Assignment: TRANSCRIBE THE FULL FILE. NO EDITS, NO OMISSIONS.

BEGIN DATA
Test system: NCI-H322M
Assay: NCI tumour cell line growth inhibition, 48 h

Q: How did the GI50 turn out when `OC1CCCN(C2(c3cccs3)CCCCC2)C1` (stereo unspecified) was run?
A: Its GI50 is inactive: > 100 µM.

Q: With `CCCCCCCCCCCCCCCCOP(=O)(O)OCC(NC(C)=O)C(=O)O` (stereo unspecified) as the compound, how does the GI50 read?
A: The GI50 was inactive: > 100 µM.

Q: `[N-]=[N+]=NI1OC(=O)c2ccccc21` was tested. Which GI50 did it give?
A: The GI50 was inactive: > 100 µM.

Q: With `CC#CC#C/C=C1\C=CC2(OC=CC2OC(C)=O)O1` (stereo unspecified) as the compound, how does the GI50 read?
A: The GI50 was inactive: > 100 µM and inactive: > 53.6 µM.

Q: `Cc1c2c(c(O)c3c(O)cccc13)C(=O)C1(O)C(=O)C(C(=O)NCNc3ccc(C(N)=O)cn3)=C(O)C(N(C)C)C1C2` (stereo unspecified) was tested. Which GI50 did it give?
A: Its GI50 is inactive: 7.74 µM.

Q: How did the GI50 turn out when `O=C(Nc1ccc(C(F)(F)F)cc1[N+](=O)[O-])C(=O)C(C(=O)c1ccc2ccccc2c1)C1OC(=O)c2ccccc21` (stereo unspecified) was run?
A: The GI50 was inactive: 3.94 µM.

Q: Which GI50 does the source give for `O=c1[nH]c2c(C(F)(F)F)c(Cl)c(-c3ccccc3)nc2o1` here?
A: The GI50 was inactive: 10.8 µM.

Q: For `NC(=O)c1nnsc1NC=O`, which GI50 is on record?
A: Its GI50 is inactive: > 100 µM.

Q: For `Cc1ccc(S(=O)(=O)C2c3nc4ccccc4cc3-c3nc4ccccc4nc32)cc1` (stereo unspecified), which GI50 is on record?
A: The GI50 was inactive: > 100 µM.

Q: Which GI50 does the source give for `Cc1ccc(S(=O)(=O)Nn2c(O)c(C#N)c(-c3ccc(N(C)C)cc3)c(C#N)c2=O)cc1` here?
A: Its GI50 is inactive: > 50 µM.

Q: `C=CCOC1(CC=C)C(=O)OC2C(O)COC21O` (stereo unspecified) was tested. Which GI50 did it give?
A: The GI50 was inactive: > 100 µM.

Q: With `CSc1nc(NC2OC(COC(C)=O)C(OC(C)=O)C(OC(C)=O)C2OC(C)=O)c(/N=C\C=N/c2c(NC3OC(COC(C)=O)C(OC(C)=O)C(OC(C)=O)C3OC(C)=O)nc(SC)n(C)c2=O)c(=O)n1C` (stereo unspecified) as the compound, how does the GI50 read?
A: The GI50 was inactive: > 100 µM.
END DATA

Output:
Test system: NCI-H322M
Assay: NCI tumour cell line growth inhibition, 48 h

Q: How did the GI50 turn out when `OC1CCCN(C2(c3cccs3)CCCCC2)C1` (stereo unspecified) was run?
A: Its GI50 is inactive: > 100 µM.

Q: With `CCCCCCCCCCCCCCCCOP(=O)(O)OCC(NC(C)=O)C(=O)O` (stereo unspecified) as the compound, how does the GI50 read?
A: The GI50 was inactive: > 100 µM.

Q: `[N-]=[N+]=NI1OC(=O)c2ccccc21` was tested. Which GI50 did it give?
A: The GI50 was inactive: > 100 µM.

Q: With `CC#CC#C/C=C1\C=CC2(OC=CC2OC(C)=O)O1` (stereo unspecified) as the compound, how does the GI50 read?
A: The GI50 was inactive: > 100 µM and inactive: > 53.6 µM.

Q: `Cc1c2c(c(O)c3c(O)cccc13)C(=O)C1(O)C(=O)C(C(=O)NCNc3ccc(C(N)=O)cn3)=C(O)C(N(C)C)C1C2` (stereo unspecified) was tested. Which GI50 did it give?
A: Its GI50 is inactive: 7.74 µM.

Q: How did the GI50 turn out when `O=C(Nc1ccc(C(F)(F)F)cc1[N+](=O)[O-])C(=O)C(C(=O)c1ccc2ccccc2c1)C1OC(=O)c2ccccc21` (stereo unspecified) was run?
A: The GI50 was inactive: 3.94 µM.

Q: Which GI50 does the source give for `O=c1[nH]c2c(C(F)(F)F)c(Cl)c(-c3ccccc3)nc2o1` here?
A: The GI50 was inactive: 10.8 µM.

Q: For `NC(=O)c1nnsc1NC=O`, which GI50 is on record?
A: Its GI50 is inactive: > 100 µM.

Q: For `Cc1ccc(S(=O)(=O)C2c3nc4ccccc4cc3-c3nc4ccccc4nc32)cc1` (stereo unspecified), which GI50 is on record?
A: The GI50 was inactive: > 100 µM.

Q: Which GI50 does the source give for `Cc1ccc(S(=O)(=O)Nn2c(O)c(C#N)c(-c3ccc(N(C)C)cc3)c(C#N)c2=O)cc1` here?
A: Its GI50 is inactive: > 50 µM.

Q: `C=CCOC1(CC=C)C(=O)OC2C(O)COC21O` (stereo unspecified) was tested. Which GI50 did it give?
A: The GI50 was inactive: > 100 µM.

Q: With `CSc1nc(NC2OC(COC(C)=O)C(OC(C)=O)C(OC(C)=O)C2OC(C)=O)c(/N=C\C=N/c2c(NC3OC(COC(C)=O)C(OC(C)=O)C(OC(C)=O)C3OC(C)=O)nc(SC)n(C)c2=O)c(=O)n1C` (stereo unspecified) as the compound, how does the GI50 read?
A: The GI50 was inactive: > 100 µM.